The following link is the premier resource on all things related to feline kidney disease. I strongly recommend you visit this site, read as much as you can keep your eyes open for, bookmark it, and go back and continue reading whenever you have a free minute. Knowledge is the key to successful management of kidney disease. Let the information on this site help you and your cat:

Tanya's Comprehensive Guide to Feline Chronic Kidney Disease - Symptoms, Diagnosis, Treatments and How to Cope With It

Could you please post ALL of her most recent lab results so that we can take a look and get a better idea of her condition? It's important to post all blood values, including those in normal range, along with the lab's reference range like so:

Creatinine 250 (40 - 180)
BUN 10.3 (3.5 - 8.0)
potassium 3.6 (3.5 - 5.5)
etc.

The reason it's important to see all results is because in a kidney cat, even some blood values within the reference range may indicate problems. For instance, Total protein near the upper end of the reference range can indicate dehydration. Potassium below 4.0 may indicate potassium deficiency, and phosphorus above mid-range may be problematic.

... the vet certainly never mentioned a need for any interventions besides the diet change and future blood tests.
That may be because your cat is at an early stage of the disease with stable bloodwork, but I don't know if that's the case without seeing the labs.

I'm thinking about transitioning her from Innova dry to g/d dry
Have you checked out the ingredients in G/D? Personally, I wouldn't feed that stuff to any of my CRF (chronic renal failure) cats ... or any other cat, for that matter.

Brewers Rice, Corn Gluten Meal, Pork Fat (preserved with mixed tocopherols and citric acid), Chicken By-Product Meal, Soybean Mill Run, Pork Protein Isolate, Chicken Liver Flavor, Calcium Sulfate, Fish Meal, Choline Chloride, Potassium Chloride, Potassium Citrate, Natural Flavor, Iodized Salt, DL-Methionine, Taurine, vitamins (Vitamin E Supplement, Niacin, Thiamine Mononitrate, Vitamin A Supplement, Calcium Pantothenate, Riboflavin, Biotin, Vitamin B12 Supplement, Pyridoxine Hydrochloride, Folic Acid, Vitamin D3 Supplement), minerals (Ferrous Sulfate, Zinc Oxide, Copper Sulfate, Manganous Oxide, Calcium Iodate, Sodium Selenite), Phosphoric Acid, preserved with Mixed Tocopherols and Citric Acid, Rosemary Extract.

There is a lot of controversy and opposing opinions about appropriate foods for kidney cats. I am of the school of thought that cats, even most kidney cats (except, perhaps, those in end-stage renal failure) require high quality, species-appropriate protein sources for good health. There are no such protein sources in G/D.

You can read more about nutrition and kidney cats here:

Tanya's Comprehensive Guide to Feline Chronic Kidney Disease - Diet and Nutrition Overview

----- I guess I'm struggling with the dry food being not as good for her kidneys as wet food, versus making sure she puts some weight on.
Weight should be your first consideration, unless your cat is in late-stage renal failure. Even then, my personal focus is always on keeping adequate weight on my CRF cats, regardless of what I have to feed them in order to achieve that goal.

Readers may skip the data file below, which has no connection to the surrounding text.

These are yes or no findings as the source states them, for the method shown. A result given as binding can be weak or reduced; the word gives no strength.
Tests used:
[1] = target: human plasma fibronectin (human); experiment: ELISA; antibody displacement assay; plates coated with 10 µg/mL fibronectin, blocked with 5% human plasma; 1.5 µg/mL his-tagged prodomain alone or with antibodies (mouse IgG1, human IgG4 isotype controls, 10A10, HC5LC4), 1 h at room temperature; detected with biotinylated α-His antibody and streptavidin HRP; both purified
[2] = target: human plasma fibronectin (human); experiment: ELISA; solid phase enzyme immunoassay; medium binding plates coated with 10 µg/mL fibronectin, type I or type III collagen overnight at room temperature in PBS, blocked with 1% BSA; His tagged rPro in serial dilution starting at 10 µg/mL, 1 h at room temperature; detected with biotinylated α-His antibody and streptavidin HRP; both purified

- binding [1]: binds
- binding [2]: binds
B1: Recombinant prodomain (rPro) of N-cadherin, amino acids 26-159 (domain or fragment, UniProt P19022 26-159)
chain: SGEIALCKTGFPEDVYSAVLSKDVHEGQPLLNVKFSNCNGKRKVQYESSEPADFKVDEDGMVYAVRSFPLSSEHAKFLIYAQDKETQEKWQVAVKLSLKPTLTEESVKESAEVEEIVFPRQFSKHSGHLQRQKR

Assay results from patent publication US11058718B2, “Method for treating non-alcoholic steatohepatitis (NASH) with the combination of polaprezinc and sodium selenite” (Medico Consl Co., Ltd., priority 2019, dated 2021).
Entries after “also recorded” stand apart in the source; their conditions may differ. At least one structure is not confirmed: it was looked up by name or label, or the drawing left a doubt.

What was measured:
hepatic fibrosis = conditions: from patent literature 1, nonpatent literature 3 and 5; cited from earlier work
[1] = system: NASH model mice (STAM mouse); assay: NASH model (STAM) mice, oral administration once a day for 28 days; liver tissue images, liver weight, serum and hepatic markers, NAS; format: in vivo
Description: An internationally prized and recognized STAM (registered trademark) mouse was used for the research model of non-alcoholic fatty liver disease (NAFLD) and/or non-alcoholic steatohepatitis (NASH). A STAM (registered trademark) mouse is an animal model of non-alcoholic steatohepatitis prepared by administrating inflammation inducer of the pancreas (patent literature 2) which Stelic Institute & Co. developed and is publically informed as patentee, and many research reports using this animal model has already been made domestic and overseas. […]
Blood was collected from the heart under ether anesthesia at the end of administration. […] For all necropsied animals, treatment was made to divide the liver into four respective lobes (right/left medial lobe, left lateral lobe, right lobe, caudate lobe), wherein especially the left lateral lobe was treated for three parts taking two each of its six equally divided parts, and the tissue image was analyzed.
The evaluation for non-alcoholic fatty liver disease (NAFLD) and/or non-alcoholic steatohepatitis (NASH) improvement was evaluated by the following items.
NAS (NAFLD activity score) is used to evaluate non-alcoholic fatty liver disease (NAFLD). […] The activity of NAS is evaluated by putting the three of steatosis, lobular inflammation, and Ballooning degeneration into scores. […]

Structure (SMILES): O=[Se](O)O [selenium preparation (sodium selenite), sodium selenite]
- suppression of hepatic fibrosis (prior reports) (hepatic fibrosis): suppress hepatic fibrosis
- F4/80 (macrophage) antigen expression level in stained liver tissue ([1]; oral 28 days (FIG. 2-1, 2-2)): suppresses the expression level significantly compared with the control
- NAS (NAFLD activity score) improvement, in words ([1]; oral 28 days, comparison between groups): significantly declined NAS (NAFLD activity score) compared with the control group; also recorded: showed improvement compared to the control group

We've been trying to separate them today... but it's hard to juggle it since Jasmine has never been one to clean her plate in one sitting, it sometimes takes her a couple of hours to polish it off bit-by-bit.
That's common for CRF cats. With their diminished appetites, they are inclined to eat small meals often throughout the day, and that's actually better for their kidneys. If there's anyone at home while you're in school, or if you can run home between classes, it'd be great if Jas could be fed as many times a day as possible.

Another option is to set her up in her own comfortable room with a litterbox, food, and water while you're away from home so that she can eat at her leisure and not have Ariel stealing her food.

Laurie
 

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Discussion Starter · #12 ·
Thanks for all the info! I did have a look at Tanya's site when we first starting thinking about kidney info back in September. I don't have the rest of the test results, but I was planning to ask for copies when we go back to the vet's. But as far as I remember, the only values that were abnormal were the creatinine and (sort of) the specific gravity. In September, her creatinine was 242 (normal 27-186) and her specific gravity was 1038. This weekend, the creatinine was 248 and specific gravity 1034 (normal SG 1045 for cats on dry food - lower for cats on wet... vet indicated these values were lowish but still normal).

We've been talking a lot about whether to switch to g/d or not. I've always been super suspicious of Hill's, etc., but have been doing some reading for the past few days. I still have a lot more papers to wade through, but quite a few of the studies indicate a longer average survival time for cats that were switched to any renal diet versus cats that were kept on their previous diet - and the studies seem well-done. I have yet to find any study indicating that keeping the cats on a normal-to-high protein diet improved their life spans. This does go against how I have fed them until now and my philosophy on feline nutrition in general, but I don't know that I can morally justify throwing away all that research because I 'feel' that a premium brand is better than Hill's. I guess I feel that if I continue to give her her usual food (although I'm not sure what that's going to be anymore, since both the brands she eats now have cranberries which is supposedly not good for CRF) and things go badly... then I will always wonder why I thought I knew better than controlled clinical studies. Whereas, if I do give her the g/d, and things go badly, I will know that at least I followed the scientifically recommended option, and didn't take her health into my uneducated hands.

Anyway, that's not a judgment on anybody's cat husbandry... just some of the things I've been ruminating on for the past 48 hours or so. :)

And, of course, she has to go and not eat today... which she's done from time to time her whole life and normally I would dismiss as nothing, but which of course today means impending kidney failure, like tomorrow. :-? That's what kind of gets me.... as far as I can tell, nothing about her has changed, from her tap-drinking to her nibbly eating habits to her periodic fasting... these are all things she's always done and that now make me uber-paranoid.

We have to pick up some new cat food tomorrow anyway, so we'll have a look at some of the other dry foods (we wanted to get them off the Innova anyway) and see if there's anything that might be more appropriate for now.